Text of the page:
In addition, the RVH COVID-19 Immunization Clinic at 29 Sperling Dr. in Barrie continues to offer booked appointments and walk-ins from 10 a.m. to 6 p.m. on Tuesdays and Thursdays. Appointments may also be booked with the Couchiching Ontario Health Team Clinic  located in the Orillia Soldier’s Memorial Hospital Kiwanis Building – West Entrance 170 Colborne St., W.

Individuals six months of age and older may also receive the vaccine at some local pharmacies or booked appointments through some primary care providers, and Family Health Teams who are offering the vaccine as part of their regular clinical practice. Pop-up and GO-VAXX mobile clinics will continue to be scheduled throughout Simcoe and Muskoka.

Staying up to date with all COVID-19 vaccine doses you are currently eligible for remains the best defense against infection, severe illness, long term COVID-19 symptoms, hospitalization and death.

For more information about COVID-19 vaccination, dose eligibility and booking an appointment, please visit


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Advancing care for burn patients | Queen's Gazette – Queen's University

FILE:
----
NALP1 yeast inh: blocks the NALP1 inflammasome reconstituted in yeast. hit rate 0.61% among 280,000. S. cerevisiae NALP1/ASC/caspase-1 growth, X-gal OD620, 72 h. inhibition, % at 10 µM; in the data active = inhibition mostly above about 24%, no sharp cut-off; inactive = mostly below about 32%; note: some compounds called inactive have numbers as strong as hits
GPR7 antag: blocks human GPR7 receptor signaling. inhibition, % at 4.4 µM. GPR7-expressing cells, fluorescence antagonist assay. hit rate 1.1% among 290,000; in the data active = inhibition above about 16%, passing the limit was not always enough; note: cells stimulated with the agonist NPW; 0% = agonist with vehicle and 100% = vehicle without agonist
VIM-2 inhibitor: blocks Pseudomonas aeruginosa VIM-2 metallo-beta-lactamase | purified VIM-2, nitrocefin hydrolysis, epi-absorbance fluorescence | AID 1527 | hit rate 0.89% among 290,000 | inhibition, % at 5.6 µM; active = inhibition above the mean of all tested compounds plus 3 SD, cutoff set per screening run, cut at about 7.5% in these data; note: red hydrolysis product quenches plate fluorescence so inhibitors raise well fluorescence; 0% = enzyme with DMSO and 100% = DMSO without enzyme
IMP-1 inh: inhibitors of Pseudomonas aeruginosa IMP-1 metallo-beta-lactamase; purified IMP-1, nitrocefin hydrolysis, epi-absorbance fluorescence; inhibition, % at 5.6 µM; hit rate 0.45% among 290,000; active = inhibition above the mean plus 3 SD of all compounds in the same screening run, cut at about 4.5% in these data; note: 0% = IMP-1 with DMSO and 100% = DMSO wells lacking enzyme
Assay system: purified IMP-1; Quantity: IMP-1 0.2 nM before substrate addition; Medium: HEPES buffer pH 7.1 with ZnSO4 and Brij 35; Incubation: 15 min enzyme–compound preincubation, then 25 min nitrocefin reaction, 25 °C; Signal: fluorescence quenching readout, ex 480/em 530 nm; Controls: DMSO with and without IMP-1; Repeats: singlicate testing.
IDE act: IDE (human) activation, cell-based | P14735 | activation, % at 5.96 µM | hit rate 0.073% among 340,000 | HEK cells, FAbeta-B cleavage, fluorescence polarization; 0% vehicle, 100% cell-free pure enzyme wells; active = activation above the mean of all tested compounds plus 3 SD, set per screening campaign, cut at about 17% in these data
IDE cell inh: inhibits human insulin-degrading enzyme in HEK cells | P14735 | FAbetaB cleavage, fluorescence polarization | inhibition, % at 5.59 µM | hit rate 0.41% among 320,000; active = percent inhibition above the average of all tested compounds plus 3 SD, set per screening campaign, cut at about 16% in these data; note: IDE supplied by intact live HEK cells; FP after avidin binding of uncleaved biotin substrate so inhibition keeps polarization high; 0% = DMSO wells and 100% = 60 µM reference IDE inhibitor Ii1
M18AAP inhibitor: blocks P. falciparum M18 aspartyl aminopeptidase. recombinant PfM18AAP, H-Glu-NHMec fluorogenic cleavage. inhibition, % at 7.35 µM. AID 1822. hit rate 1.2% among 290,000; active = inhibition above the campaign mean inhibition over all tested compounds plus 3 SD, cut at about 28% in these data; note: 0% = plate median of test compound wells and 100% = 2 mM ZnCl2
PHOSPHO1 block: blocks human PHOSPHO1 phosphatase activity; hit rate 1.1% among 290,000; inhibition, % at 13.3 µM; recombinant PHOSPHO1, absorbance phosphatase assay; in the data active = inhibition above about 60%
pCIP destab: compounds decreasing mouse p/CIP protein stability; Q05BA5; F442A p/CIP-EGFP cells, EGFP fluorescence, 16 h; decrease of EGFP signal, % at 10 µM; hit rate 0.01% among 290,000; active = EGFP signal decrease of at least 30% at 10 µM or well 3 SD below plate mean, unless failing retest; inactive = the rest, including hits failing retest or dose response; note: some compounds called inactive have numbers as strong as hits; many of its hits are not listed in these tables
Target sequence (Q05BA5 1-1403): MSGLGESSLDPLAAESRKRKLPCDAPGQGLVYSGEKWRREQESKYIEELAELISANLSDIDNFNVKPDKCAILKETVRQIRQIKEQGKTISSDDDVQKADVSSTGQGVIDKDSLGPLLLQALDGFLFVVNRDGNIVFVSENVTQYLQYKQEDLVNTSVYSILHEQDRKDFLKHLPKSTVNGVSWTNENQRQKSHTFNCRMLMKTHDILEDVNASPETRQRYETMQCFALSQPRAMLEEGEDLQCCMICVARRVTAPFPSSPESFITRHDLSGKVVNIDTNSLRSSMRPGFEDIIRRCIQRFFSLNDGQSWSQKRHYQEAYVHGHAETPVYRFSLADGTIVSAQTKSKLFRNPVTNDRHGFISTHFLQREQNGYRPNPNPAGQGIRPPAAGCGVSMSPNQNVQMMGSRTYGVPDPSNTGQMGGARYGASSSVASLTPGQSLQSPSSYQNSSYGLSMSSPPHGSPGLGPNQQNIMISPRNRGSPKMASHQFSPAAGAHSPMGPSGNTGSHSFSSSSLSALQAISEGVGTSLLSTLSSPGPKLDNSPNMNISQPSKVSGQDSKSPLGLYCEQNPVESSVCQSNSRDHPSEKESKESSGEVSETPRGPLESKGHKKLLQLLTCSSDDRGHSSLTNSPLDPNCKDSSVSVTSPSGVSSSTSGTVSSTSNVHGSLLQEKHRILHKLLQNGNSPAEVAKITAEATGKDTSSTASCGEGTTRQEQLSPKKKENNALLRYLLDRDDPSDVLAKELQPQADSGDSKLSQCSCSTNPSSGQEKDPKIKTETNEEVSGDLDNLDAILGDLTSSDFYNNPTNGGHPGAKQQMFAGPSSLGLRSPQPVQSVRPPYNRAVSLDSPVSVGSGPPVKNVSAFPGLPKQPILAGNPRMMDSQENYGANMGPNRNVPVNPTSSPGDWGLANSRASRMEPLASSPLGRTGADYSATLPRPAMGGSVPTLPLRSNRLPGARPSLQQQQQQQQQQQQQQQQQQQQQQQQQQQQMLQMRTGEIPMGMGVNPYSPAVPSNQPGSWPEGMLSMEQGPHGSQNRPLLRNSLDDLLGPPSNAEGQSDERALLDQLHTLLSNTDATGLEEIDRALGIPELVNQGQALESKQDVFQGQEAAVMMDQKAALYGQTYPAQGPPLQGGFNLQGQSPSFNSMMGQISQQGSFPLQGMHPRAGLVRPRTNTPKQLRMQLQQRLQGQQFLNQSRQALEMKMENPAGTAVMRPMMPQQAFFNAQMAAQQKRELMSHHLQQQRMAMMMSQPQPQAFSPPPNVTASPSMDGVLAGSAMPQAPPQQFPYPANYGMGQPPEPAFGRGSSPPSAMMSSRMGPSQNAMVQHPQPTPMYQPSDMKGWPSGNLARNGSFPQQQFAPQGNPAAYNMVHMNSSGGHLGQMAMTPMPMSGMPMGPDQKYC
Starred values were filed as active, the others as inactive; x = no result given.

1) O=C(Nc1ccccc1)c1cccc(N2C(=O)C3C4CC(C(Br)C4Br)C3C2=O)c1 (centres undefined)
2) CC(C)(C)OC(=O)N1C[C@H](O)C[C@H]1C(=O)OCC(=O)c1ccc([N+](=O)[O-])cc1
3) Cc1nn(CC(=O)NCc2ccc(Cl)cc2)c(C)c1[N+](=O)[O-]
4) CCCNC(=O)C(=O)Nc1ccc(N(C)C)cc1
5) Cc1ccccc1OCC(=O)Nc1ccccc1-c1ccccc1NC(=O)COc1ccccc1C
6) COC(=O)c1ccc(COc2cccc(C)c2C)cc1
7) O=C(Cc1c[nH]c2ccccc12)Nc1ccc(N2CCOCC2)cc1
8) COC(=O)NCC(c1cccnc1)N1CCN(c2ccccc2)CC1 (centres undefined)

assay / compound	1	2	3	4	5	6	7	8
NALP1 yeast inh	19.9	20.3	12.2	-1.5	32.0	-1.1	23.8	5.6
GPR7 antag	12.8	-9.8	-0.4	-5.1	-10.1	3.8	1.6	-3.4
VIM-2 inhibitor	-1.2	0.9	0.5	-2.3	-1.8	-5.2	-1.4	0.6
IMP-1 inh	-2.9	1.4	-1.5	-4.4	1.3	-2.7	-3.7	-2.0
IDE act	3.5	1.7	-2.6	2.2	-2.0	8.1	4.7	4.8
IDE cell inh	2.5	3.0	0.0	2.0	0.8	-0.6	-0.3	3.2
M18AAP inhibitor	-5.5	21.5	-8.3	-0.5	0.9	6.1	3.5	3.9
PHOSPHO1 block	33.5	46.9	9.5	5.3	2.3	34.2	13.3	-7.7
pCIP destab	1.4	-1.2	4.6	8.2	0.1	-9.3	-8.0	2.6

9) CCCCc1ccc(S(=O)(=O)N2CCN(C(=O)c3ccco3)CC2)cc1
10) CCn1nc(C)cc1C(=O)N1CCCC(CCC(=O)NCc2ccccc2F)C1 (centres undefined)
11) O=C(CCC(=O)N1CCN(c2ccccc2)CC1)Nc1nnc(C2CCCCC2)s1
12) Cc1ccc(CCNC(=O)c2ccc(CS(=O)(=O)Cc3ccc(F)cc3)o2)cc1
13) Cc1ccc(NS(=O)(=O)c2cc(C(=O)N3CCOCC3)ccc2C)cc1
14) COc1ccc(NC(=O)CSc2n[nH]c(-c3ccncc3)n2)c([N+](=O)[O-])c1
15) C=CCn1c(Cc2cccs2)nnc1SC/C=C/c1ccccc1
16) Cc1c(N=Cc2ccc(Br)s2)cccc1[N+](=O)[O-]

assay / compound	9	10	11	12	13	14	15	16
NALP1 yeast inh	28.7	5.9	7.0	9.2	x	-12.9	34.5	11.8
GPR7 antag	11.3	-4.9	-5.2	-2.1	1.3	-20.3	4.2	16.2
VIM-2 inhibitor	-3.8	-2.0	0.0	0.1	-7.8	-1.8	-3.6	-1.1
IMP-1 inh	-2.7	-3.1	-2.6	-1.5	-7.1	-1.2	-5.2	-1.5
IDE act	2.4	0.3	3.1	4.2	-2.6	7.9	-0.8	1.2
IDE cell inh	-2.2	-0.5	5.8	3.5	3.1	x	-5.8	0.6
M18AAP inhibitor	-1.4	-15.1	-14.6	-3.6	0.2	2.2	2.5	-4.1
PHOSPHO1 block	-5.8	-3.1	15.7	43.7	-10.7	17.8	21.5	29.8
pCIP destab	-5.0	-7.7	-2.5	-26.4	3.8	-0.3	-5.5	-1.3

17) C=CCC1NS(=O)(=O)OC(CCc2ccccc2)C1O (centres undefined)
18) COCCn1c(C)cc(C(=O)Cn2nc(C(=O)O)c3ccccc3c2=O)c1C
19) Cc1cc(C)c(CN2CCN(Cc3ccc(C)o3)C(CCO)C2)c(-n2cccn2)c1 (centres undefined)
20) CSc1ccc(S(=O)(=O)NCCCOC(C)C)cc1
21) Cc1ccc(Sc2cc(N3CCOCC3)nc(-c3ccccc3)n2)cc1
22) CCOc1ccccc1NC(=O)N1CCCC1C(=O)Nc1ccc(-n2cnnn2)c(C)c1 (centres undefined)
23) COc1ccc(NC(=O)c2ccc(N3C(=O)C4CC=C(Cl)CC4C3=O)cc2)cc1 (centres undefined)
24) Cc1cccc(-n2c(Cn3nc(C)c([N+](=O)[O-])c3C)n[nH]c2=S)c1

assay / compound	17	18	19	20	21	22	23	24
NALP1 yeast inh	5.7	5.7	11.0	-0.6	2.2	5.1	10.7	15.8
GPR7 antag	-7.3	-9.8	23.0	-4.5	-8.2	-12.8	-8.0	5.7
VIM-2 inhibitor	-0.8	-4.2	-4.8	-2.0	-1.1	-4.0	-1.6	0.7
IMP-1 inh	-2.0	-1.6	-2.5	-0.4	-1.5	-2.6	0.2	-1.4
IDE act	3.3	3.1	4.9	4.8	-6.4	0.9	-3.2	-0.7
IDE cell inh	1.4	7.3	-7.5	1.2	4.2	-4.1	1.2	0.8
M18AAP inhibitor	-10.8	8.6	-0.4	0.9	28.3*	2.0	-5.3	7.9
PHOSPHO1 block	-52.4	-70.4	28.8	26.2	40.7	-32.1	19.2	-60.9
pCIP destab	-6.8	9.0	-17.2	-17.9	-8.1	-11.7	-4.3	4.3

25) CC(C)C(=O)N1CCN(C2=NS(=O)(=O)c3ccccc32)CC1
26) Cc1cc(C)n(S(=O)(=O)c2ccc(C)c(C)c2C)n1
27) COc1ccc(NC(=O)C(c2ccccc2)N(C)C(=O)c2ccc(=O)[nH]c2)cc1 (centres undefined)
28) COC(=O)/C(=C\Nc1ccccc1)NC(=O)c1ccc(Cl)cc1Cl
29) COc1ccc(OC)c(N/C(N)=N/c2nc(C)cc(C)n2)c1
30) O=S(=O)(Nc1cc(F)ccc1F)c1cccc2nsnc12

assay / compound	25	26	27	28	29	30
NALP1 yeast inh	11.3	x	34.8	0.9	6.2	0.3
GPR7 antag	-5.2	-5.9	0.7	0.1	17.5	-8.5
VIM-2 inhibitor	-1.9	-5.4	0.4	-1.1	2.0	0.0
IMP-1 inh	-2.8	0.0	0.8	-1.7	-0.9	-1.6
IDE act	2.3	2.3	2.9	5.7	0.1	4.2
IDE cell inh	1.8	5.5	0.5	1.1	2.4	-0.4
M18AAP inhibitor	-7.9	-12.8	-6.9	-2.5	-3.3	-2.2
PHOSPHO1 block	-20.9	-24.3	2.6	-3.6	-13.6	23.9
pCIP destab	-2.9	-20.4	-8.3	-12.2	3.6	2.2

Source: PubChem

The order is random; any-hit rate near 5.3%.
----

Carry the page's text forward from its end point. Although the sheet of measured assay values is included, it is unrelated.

New research finds that glutamine, previously thought to help with burn injuries, does not improve patients’ time to discharge from hospital.

Dr. Daren Heyland, Director of the Clinical Evaluation Research Unit at Queen’s University and principal investigator and sponsor of the glutamine trial.

Queen’s researcher Daren Heyland (Medicine) has spent his career studying what nutrients are best for intensive care patients who cannot eat for themselves, trying to understand if certain nutrients assist with their recovery. Patients in intensive care who cannot eat for themselves are fed artificial nutrition through a feeding tube or an intravenous catheter. For over 20 years, Dr. Heyland has been evaluating the role of glutamine, which is an amino acid that is made in the body and is found in foods like fish, eggs, and nuts.  

Worldwide, burn injuries are among the most expensive traumatic injuries to treat and 50 per cent of burn patients are treated using glutamine. Before adopting this practice more broadly, however, the medical community wanted more evidence of the efficacy of glutamine.